Michigan's O'Neill growing into a model punter
Ann Arbor — Back home in Melbourne, Australia, Michigan punter Blake O'Neill helped pay his way through college by modeling.
The 6-foot-2, 212-pound O'Neill did it all thanks to the prominent fashion industry there.
Now, he's Michigan's starting punter, part of a growing number of Australians who have become college football kickers in the United States after training at ProKick Academy back home. O'Neill is a graduate transfer after playing one season at Weber State, where he averaged 44.1 yards a game and had a long of 74 yards.
He has six punts through two games at Michigan and is averaging 42.8 yards.
O'Neill's teammates here are aware of his fashion career that started when he was 18. Occasionally, they post some of his modeling shots in his locker, all in good-natured fun, of course.
"The guy's got some style," defensive lineman Matt Godin said laughing. "I appreciate it."
O'Neill's modeling background is varied.
"All sorts of things,"he said Monday at Michigan's weekly news conference. "Fashion modeling, catwalk, anything.
"I was a little budding Zoolander."
The reference to actor Ben Stiller's role as Derek Zoolander, male model, incited laughter. O'Neill, however, drew the line at mimicking Zoolander's distinct puckered lips, sucked-in-cheeks modeling pose.
"No, no. I don't have a 'Blue Steel' (pose)," he said.
He isn't in Ann Arbor to model, but to fill the void in the kicking game. O'Neill said all of the Australians kicking for college teams stay in touch from their time at ProKick, although he said he does not know Maryland kicker Brad Craddock well.
There are several Australian kickers in the Big Ten, including Cameron Johnston at Ohio State, Daniel Pasquariello at Penn State and Tim Gleeson at Rutgers. Michigan already has played Utah, which features Ray Guy Award winner Tom Hackett — the last two Ray Guy awards have gone to Australian kickers — and Oregon State with punter Nick Porebski.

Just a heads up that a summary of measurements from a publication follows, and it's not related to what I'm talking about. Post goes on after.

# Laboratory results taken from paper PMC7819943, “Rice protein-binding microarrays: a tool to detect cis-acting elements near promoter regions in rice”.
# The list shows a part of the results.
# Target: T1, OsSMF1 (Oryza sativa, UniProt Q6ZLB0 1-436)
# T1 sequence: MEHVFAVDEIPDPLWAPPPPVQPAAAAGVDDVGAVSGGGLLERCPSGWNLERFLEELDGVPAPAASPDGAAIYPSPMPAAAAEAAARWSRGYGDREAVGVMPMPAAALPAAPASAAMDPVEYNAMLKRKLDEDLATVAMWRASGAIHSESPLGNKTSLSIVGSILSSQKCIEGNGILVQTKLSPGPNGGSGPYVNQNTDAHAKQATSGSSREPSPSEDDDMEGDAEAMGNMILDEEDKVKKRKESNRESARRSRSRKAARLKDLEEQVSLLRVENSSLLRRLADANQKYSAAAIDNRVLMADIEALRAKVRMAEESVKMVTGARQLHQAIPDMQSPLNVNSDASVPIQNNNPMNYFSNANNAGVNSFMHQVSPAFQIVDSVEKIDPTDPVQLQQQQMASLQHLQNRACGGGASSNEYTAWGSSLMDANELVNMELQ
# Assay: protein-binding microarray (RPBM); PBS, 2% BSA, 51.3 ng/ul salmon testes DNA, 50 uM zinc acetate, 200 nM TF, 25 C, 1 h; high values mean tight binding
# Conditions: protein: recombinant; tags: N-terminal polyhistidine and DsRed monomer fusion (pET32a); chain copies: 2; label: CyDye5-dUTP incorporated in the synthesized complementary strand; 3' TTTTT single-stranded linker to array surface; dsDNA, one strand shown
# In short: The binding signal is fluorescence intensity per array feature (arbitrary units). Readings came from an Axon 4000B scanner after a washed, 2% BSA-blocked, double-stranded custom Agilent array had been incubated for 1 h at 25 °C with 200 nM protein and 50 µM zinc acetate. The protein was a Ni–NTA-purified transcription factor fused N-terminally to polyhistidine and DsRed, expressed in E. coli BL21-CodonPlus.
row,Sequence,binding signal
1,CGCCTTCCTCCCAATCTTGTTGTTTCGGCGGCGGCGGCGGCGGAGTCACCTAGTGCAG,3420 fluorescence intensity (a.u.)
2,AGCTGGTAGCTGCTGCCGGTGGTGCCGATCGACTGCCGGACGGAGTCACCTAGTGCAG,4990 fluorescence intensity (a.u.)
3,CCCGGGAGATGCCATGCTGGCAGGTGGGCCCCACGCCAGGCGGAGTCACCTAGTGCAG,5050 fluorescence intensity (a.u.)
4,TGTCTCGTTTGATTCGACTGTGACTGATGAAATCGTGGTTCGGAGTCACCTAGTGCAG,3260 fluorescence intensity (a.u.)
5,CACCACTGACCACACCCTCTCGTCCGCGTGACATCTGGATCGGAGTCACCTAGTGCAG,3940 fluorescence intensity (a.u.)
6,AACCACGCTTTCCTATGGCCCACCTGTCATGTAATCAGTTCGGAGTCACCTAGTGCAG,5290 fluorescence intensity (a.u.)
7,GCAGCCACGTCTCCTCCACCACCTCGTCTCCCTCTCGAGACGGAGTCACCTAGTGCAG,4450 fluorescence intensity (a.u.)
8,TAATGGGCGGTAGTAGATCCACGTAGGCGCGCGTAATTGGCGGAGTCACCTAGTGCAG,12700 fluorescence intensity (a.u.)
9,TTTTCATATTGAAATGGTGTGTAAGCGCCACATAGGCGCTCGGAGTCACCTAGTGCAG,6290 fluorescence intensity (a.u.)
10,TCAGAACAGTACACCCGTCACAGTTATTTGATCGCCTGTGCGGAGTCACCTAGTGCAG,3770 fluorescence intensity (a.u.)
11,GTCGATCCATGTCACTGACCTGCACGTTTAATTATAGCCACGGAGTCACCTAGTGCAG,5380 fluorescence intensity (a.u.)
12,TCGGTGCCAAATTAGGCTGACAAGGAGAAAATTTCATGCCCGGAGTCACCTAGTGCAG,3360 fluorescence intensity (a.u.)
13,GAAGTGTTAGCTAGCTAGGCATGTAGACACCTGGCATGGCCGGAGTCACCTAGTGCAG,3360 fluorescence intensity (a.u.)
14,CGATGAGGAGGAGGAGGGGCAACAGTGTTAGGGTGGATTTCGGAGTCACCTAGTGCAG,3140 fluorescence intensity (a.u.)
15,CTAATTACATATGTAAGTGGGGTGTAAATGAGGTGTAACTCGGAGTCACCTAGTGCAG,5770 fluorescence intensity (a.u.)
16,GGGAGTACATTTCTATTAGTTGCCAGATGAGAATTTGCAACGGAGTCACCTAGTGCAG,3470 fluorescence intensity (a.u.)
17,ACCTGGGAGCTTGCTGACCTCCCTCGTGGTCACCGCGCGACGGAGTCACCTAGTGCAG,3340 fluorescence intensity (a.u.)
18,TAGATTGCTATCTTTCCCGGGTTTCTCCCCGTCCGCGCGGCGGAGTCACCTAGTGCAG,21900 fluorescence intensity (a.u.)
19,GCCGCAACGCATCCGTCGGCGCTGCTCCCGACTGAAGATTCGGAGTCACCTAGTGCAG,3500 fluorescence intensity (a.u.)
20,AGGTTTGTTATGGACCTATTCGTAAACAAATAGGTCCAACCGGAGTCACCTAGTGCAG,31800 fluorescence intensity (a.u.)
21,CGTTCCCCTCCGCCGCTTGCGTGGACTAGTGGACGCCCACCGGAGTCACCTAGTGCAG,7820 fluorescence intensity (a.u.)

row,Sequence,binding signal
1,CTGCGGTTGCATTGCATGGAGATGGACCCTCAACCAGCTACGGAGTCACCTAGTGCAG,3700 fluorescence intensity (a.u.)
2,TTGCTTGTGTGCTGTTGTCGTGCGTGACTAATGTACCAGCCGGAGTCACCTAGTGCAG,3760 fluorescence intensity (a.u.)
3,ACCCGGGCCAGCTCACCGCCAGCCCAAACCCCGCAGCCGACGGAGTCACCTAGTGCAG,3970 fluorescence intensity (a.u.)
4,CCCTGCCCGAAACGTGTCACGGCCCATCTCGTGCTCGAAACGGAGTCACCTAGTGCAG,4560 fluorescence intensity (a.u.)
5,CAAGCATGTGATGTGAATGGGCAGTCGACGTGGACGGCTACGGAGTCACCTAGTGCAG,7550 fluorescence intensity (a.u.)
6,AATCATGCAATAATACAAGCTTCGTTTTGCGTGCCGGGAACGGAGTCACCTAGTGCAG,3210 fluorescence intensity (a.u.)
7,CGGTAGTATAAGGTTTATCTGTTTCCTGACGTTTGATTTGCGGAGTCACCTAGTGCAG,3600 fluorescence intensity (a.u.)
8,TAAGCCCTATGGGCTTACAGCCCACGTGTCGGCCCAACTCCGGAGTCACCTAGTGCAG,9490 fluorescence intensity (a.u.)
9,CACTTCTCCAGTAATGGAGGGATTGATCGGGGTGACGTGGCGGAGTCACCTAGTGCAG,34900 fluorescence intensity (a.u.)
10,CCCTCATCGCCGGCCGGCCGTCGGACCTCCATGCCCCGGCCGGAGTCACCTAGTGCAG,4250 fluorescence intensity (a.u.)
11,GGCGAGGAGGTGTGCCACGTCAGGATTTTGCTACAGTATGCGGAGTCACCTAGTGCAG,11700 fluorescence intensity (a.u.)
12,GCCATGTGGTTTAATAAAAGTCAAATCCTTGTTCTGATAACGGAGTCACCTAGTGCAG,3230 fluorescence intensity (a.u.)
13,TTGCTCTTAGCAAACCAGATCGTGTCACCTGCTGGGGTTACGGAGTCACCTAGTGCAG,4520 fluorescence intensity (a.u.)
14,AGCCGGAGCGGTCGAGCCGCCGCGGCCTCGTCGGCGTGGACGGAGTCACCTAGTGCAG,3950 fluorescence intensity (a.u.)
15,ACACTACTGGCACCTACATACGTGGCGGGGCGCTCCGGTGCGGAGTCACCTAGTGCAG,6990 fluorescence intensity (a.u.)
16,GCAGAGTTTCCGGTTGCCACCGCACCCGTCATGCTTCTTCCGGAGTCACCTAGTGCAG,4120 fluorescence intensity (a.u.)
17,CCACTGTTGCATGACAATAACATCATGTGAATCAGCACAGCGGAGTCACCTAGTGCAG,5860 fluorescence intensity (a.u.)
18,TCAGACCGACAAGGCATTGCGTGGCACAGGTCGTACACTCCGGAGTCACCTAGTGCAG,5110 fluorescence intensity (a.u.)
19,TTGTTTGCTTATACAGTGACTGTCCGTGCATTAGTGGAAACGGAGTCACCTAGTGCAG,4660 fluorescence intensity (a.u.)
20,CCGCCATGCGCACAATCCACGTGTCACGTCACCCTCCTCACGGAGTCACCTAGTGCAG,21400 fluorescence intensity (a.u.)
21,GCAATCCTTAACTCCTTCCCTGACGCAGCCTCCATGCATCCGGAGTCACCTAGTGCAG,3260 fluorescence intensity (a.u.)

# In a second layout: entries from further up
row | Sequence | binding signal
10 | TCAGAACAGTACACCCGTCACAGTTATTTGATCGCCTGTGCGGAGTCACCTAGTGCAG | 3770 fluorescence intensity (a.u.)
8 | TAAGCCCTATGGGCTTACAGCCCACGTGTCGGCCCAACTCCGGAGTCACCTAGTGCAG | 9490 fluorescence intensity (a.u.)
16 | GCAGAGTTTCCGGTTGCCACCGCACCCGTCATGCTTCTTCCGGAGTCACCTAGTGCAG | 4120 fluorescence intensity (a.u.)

"We're all good mates," O'Neill said.
ProKick develops Australian kickers into American-style kickers and helps them earn scholarships to college programs here.
O'Neill, who had been playing amateur Australian football, decided to attend the academy.
"I had finished my undergrad studies and had always followed football, and it was sort of at the point I could either get working or continue my education," O'Neill said. "It seemed like a good opportunity to obviously see America and play college football. Little did I know I'd end up at Michigan."
Michigan special teams coordinator John Baxter said before the season started that O'Neill has amazing skill punting.
"He can hit all four panels on the ball," Baxter said. "He can bend it right to left, left to right, he can back 'em up, release 'em forwards."
It took about six months, O'Neill said, for him to get comfortable at ProKick with American-style punting.
"It depends on each guy, but around six months to get comfortable with the idea of pro style punting," he said. "Now, if I go between pro style and back to Aussie punting, there's still a little transition there, where you have to stop, check yourself and (think) 'Oh, that's a different type of kick' and get in that groove."
Several family members are arriving Saturday from Australia to spend four weeks here. O'Neill plans to escort them around Ann Arbor and they will attend the games. Family and friends have watched Michigan's first two games back in Australia online at odd times of the day.
O'Neill, in his final year of eligibility, said the experience at Michigan has been unique.
"It's quite surreal, to be honest," he said Monday. "Ann Arbor is a great town. It's remarkable to see how big of an impact (football has) on the lives of people here. Certainly football is big in Australia but perhaps not to the level of fandom it is here. Running out in front of the Big House on Saturday was certainly a moment I'll cherish."